failed to shine on ten at Duluth. I
Of the remaining 18 days, 12
have been partly cloudy, with
more or less rain, and* but six
have been clear.
The average record for August
is about 10 clear da3Ts.
cloudy and 8 cloudy.
NEARLY A ROBBER'S VICTIM.
Masked B.-ncHts Shoot at Manager
Sauk Comer. Minn., Aug 20.- A. E.
Invir ..nager of the Sieadman Ele
viator company, narrowly escaped be
Ing killed by a robber last night. Tbe
robber wiis fffasRedf "'"He faug fhe
door bell and when Mr. Erwln came
to the door he was met, 'with a re- 1
volver and a demand for his money. I
He slammed the door shut but the
robber fired two shots at him through
the glass pane. One shot cut Mr Hr- i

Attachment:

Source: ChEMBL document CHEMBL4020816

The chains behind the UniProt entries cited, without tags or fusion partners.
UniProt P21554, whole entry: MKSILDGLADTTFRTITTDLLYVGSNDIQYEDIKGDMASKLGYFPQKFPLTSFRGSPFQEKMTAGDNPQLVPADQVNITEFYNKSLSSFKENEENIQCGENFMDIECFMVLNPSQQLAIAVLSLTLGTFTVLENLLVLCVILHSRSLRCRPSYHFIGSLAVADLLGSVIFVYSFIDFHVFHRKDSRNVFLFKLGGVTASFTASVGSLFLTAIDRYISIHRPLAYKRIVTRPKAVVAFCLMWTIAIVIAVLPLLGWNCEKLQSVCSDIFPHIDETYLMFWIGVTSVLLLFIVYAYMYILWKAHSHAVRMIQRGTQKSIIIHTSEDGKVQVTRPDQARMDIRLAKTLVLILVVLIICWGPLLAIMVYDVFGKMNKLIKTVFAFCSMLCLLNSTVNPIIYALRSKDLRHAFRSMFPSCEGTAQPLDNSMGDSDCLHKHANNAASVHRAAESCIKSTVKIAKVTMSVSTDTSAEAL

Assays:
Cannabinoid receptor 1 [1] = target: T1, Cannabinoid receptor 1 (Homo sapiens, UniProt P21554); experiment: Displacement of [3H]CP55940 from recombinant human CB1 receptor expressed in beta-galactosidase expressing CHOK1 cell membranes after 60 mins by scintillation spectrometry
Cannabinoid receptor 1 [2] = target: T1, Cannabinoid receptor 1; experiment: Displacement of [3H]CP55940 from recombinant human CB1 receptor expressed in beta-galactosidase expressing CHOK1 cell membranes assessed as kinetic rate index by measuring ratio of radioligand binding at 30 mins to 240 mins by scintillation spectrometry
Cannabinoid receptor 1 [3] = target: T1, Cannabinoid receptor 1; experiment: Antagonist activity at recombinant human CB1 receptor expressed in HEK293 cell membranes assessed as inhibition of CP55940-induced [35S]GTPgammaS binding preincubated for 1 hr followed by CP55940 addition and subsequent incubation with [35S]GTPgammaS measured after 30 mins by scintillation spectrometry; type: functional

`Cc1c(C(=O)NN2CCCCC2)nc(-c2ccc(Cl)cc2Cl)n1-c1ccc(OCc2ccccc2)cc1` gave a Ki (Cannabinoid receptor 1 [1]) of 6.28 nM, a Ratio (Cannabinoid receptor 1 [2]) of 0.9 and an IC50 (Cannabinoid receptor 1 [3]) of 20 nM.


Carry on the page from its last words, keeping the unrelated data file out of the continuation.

win's clothing on the shoulder. The I
alarm called out the entire town and
a thorough search resulted in the
locking up of two suspects found in a
box car -~2%v
MUST EAT HIS SHOES.
Farmer Loses Bet He Made Regard
ing His Wheat Field.
Sioux Falls. S. Aug. 29 Before
harvest began August Stegman, a
Readle county farmer, made a bet that
if his wheat yielded more than ten
fciishels to the acre he woul eat his
shoes, lie has now completed ni^
W II 0 E S A E
E A I I,
Subscribe for The Pioneer.
threshing and was surprised to find
that tin wheat averagt I over seven
teen bushels an ft en The man with!
when ht made tl bet in^'.s that he
do as agreed, and Stegmari declares
that in the near fat 1 lie will give a
dinner to a numb- el i.i. friends and
have the shoes served ffp" to Ivtoisetf
for d sit
Killed Dy I rain.
Hudson. Wis., Aug 29 John Ot
tinger. aged about twenty, of Duluth,
was killed while attempting to board
a freight train at the Fourth street
crossing H* had been visiting a
former schoolmate In this city, stop
ping off on his waj b&ck from the Pa-
ClflC COILS t.
The Minnesota & International
railway has announced a special